With the Real Time Tuning function, turning machine tool turrets index more quickly to help shorten machine tool non-cut times. Whether turrets are fully loaded, partially loaded or have heavier tools on one side as opposed to the other, Real Time Tuning detects turret loads and automatically adjusts the acceleration and deceleration of the turret indexing speed to maintain an optimum balance.
The CNC also provides as many as six user control security settings. Shops can set data editing/overwriting permission for every input box on every screen per particular user. Users can access screens and view program data, but depending on their preset security level, they may be limited as to what they can and cannot change.
On the part programming side, new software functions include Quick Mazatrol, Quick EIA and View Surf. Quick Mazatrol allows for the direct importation of 3D CAD models. With that data, users can view a part model and click on a specific geometry or geometries for which they will develop a Mazatrol conversational program. The function then pulls the coordinates from the solid model to provide programming assistance.
Neil Desrosiers, applications engineer/developer at Mazak, describes Quick Mazatrol as a hybrid born from the marriage of a CAM system and conversational programming. “Shops are now able to use a solid model to obtain part geometries, but still program conversationally. This means that with Smooth Technology, users don’t have to know how to use a CAM system to work from a solid CAD model to create programs.”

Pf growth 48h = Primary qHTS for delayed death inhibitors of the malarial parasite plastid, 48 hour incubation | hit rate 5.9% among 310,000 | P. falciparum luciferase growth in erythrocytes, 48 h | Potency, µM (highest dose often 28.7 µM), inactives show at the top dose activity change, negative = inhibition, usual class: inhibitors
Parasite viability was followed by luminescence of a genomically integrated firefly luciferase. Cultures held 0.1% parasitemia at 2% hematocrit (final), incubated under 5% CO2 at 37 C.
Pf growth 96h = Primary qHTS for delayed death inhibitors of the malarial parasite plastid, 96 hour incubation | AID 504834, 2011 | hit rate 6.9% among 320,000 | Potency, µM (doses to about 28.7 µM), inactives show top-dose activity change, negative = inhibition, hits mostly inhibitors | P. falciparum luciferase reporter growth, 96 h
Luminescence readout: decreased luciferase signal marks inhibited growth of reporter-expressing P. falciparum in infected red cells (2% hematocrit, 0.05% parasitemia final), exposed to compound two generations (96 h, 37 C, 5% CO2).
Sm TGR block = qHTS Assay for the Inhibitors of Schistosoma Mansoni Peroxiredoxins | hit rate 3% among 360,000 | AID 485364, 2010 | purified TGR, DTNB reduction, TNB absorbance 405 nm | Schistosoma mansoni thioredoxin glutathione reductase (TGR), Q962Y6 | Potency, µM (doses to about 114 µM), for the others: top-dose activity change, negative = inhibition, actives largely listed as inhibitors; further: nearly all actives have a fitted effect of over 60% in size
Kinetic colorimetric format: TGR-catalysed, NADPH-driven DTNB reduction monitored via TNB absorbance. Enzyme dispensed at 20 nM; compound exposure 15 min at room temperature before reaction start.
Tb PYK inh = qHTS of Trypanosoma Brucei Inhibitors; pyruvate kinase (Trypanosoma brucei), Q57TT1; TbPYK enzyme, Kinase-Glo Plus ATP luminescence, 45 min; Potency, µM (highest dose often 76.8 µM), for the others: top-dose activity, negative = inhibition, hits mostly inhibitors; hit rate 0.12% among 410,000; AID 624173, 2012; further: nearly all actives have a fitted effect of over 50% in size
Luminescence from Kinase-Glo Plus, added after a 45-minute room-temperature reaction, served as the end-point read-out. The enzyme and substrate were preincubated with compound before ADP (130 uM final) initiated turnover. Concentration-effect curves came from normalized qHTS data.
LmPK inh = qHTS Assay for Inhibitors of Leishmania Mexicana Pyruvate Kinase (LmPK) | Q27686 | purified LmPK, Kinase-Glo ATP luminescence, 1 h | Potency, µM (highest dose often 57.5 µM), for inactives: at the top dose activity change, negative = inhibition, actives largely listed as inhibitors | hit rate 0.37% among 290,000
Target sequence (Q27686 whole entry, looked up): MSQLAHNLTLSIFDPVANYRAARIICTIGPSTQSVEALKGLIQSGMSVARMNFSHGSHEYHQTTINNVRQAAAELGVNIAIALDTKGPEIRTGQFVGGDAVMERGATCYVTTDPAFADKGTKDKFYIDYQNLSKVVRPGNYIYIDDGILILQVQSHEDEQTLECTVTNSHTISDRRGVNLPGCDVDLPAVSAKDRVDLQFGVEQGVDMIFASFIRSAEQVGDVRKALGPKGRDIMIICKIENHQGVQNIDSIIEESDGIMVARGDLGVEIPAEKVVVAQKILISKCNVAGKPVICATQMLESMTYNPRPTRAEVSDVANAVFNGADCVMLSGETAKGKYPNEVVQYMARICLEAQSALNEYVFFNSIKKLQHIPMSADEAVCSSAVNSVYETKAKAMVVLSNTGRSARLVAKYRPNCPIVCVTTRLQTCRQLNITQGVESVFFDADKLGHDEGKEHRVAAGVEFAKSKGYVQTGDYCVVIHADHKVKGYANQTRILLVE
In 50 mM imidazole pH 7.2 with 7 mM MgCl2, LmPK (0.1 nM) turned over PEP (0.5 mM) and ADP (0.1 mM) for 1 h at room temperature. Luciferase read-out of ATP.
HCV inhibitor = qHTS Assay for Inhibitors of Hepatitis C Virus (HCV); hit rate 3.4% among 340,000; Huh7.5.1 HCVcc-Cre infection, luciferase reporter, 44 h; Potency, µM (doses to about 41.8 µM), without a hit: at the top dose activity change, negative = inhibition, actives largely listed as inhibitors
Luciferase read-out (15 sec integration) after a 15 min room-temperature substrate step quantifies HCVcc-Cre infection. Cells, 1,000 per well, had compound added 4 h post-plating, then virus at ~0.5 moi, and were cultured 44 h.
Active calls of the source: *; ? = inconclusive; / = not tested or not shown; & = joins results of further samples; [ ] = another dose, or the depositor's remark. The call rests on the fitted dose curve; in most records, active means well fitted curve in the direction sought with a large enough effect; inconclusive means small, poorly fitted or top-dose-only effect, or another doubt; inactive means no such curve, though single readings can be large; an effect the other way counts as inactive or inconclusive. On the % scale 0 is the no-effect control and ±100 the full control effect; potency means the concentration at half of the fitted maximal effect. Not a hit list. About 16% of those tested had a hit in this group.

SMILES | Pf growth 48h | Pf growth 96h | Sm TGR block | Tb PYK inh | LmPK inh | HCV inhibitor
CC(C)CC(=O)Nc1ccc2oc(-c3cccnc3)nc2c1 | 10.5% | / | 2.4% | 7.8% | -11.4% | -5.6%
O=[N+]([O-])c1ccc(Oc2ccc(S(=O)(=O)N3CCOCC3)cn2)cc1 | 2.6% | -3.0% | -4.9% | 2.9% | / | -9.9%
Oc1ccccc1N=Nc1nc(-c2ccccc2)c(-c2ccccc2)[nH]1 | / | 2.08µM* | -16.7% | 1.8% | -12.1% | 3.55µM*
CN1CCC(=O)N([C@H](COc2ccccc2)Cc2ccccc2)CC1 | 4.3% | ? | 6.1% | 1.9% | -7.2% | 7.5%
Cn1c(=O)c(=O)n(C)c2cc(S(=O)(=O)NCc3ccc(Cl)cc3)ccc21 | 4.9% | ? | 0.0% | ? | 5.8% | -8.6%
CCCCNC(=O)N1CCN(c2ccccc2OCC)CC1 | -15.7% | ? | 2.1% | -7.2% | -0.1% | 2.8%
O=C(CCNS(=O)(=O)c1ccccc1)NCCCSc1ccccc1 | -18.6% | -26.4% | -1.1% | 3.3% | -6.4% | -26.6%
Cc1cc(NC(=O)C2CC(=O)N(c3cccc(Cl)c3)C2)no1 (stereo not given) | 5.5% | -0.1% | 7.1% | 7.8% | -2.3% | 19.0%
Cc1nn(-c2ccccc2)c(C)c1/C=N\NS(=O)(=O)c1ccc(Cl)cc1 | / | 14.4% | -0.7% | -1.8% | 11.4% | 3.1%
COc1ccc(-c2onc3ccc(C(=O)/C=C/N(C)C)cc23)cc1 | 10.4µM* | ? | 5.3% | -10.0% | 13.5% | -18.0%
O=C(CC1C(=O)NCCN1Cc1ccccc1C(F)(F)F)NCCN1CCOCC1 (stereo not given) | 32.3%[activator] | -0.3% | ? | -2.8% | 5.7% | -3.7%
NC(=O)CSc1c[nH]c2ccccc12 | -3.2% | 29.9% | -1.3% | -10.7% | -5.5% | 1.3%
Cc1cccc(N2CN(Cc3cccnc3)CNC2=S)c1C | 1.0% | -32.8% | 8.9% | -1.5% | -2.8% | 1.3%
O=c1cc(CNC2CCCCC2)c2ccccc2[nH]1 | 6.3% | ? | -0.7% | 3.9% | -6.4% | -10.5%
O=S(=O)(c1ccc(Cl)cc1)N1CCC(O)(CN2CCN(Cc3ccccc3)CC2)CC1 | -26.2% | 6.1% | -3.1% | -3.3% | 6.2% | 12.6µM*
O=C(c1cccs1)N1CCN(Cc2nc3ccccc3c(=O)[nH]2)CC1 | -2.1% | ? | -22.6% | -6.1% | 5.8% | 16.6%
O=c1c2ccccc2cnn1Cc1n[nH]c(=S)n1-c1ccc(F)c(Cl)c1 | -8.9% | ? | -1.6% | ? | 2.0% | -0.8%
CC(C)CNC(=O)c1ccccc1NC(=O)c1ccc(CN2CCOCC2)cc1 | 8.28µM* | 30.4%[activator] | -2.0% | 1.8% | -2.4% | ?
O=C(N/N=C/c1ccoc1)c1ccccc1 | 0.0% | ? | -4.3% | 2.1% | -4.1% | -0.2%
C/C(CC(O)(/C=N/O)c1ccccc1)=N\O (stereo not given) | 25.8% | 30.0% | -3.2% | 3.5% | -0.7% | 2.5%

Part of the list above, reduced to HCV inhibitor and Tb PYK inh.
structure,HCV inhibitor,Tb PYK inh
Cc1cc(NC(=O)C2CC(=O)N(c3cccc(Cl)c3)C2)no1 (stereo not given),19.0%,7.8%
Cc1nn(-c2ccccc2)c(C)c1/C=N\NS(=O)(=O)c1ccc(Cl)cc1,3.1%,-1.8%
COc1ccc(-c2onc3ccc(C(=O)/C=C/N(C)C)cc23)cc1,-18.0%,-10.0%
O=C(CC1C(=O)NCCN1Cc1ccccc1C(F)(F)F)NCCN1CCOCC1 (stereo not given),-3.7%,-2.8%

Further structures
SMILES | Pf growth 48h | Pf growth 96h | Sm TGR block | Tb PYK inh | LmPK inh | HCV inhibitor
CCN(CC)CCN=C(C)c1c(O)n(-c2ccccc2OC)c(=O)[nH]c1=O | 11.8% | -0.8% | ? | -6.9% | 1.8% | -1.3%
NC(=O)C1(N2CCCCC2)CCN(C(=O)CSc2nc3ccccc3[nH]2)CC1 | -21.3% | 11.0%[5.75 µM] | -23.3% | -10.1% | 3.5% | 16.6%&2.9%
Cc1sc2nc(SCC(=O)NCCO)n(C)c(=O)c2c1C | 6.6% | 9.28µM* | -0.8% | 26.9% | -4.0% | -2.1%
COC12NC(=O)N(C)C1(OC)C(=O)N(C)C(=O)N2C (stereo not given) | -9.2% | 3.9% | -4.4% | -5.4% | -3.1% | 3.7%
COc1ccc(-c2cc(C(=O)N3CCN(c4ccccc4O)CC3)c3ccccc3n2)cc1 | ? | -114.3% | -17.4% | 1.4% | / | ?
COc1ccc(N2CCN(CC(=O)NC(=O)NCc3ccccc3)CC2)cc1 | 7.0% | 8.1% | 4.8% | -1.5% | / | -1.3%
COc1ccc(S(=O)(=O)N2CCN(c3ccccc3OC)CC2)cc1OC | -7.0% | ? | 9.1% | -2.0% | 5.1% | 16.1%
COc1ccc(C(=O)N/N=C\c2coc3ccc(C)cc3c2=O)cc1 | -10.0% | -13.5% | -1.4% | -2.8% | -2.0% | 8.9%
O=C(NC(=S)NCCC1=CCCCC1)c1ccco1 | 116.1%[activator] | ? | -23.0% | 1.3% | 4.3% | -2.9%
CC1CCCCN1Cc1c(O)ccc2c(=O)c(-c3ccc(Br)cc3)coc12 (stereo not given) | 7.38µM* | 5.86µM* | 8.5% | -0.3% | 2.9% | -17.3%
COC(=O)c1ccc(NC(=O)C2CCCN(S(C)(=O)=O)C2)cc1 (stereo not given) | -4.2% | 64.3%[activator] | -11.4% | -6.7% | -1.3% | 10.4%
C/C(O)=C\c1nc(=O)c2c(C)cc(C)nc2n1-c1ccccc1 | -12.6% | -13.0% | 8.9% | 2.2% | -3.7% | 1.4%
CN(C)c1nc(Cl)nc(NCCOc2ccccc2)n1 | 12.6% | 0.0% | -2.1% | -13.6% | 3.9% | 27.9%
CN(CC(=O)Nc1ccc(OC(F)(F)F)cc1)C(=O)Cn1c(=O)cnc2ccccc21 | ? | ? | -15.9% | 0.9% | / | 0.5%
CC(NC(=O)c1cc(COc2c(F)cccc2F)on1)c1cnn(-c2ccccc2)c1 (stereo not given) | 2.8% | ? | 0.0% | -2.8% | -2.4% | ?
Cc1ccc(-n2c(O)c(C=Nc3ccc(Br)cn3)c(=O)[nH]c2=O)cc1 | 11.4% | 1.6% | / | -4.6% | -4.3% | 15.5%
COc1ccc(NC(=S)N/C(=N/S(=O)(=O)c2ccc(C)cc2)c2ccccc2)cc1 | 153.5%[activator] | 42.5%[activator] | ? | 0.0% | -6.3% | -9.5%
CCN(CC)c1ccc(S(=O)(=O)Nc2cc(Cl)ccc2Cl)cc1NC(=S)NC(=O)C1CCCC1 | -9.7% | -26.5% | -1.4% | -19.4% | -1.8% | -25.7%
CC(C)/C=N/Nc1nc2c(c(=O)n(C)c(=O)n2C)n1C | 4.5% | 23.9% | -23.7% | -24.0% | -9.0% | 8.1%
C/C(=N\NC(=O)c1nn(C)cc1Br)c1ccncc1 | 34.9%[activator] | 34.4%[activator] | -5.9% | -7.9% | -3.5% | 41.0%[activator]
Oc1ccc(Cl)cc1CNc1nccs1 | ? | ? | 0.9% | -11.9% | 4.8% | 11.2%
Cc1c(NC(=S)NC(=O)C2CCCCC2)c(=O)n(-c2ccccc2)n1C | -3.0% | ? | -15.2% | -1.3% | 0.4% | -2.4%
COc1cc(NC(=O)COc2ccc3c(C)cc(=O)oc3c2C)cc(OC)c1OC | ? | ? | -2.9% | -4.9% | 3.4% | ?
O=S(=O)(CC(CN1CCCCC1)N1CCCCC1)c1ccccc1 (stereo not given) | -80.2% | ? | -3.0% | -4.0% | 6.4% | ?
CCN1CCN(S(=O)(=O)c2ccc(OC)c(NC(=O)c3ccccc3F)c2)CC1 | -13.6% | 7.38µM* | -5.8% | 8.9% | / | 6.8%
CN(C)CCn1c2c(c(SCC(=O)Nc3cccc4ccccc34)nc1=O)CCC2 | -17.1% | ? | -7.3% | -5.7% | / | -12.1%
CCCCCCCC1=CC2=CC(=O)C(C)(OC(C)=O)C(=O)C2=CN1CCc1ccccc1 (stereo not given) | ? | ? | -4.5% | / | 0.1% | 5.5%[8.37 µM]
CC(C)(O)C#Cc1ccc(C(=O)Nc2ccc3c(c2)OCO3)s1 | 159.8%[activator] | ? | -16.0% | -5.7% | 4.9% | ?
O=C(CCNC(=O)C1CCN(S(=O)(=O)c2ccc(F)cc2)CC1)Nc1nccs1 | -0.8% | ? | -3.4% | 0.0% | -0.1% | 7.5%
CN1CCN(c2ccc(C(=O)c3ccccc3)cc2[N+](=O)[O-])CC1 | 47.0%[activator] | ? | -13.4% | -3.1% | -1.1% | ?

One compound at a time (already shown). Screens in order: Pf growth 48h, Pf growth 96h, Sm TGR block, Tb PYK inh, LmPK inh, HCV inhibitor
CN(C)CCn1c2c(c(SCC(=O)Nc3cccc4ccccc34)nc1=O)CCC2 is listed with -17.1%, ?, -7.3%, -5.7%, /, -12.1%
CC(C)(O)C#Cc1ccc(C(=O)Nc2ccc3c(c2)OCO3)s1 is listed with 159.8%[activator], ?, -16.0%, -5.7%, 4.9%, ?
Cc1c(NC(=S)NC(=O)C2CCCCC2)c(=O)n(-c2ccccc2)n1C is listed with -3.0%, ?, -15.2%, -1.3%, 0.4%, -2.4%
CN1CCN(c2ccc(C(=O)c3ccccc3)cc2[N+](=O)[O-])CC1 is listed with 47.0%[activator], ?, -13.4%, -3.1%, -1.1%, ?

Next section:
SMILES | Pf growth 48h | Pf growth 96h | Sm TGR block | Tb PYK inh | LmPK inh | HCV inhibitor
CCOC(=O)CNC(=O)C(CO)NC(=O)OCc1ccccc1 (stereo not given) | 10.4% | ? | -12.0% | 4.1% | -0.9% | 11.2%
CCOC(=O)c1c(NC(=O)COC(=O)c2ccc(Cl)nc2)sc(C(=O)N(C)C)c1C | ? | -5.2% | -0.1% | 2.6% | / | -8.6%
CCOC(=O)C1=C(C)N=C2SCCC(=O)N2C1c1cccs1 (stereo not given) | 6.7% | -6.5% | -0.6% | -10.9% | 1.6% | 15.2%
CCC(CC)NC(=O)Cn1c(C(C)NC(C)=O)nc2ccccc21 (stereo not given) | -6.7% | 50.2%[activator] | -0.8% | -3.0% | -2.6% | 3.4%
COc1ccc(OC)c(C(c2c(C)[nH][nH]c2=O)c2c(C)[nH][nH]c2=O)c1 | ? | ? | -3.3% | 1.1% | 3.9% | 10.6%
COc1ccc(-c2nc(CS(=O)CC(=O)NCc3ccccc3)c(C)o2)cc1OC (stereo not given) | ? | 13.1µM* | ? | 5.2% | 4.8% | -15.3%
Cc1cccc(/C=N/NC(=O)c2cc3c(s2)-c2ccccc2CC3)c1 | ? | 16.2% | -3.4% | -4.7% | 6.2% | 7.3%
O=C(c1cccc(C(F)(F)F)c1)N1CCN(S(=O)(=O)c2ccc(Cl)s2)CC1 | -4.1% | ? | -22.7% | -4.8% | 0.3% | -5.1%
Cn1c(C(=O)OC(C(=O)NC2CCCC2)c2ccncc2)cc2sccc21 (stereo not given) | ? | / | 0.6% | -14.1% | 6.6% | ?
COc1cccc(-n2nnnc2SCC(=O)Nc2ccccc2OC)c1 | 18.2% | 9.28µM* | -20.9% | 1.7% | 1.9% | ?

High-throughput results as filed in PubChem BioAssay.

Quick EIA allows users to generate any tool path prior to running the program. According to the company, the function also boosts toolpath simulation speed by as much as 99 percent. Advanced graphics technology similar to that used to generate the graphics for gaming systems facilitates fast, full five-axis 3D machining simulation and interference checking.
Once a tool path is generated, the View Surf function provides toolpath data analysis. Users can indicate that they wish to check G-code, and the function generates the whole tool path on the screen and indicates all errors. Once users zoom in and click on those specific error locations, the function automatically brings up the exact corresponding line in the actual program. The View Surf function helps to reduce the number of test cuts needed, allowing shops to complete the first part faster.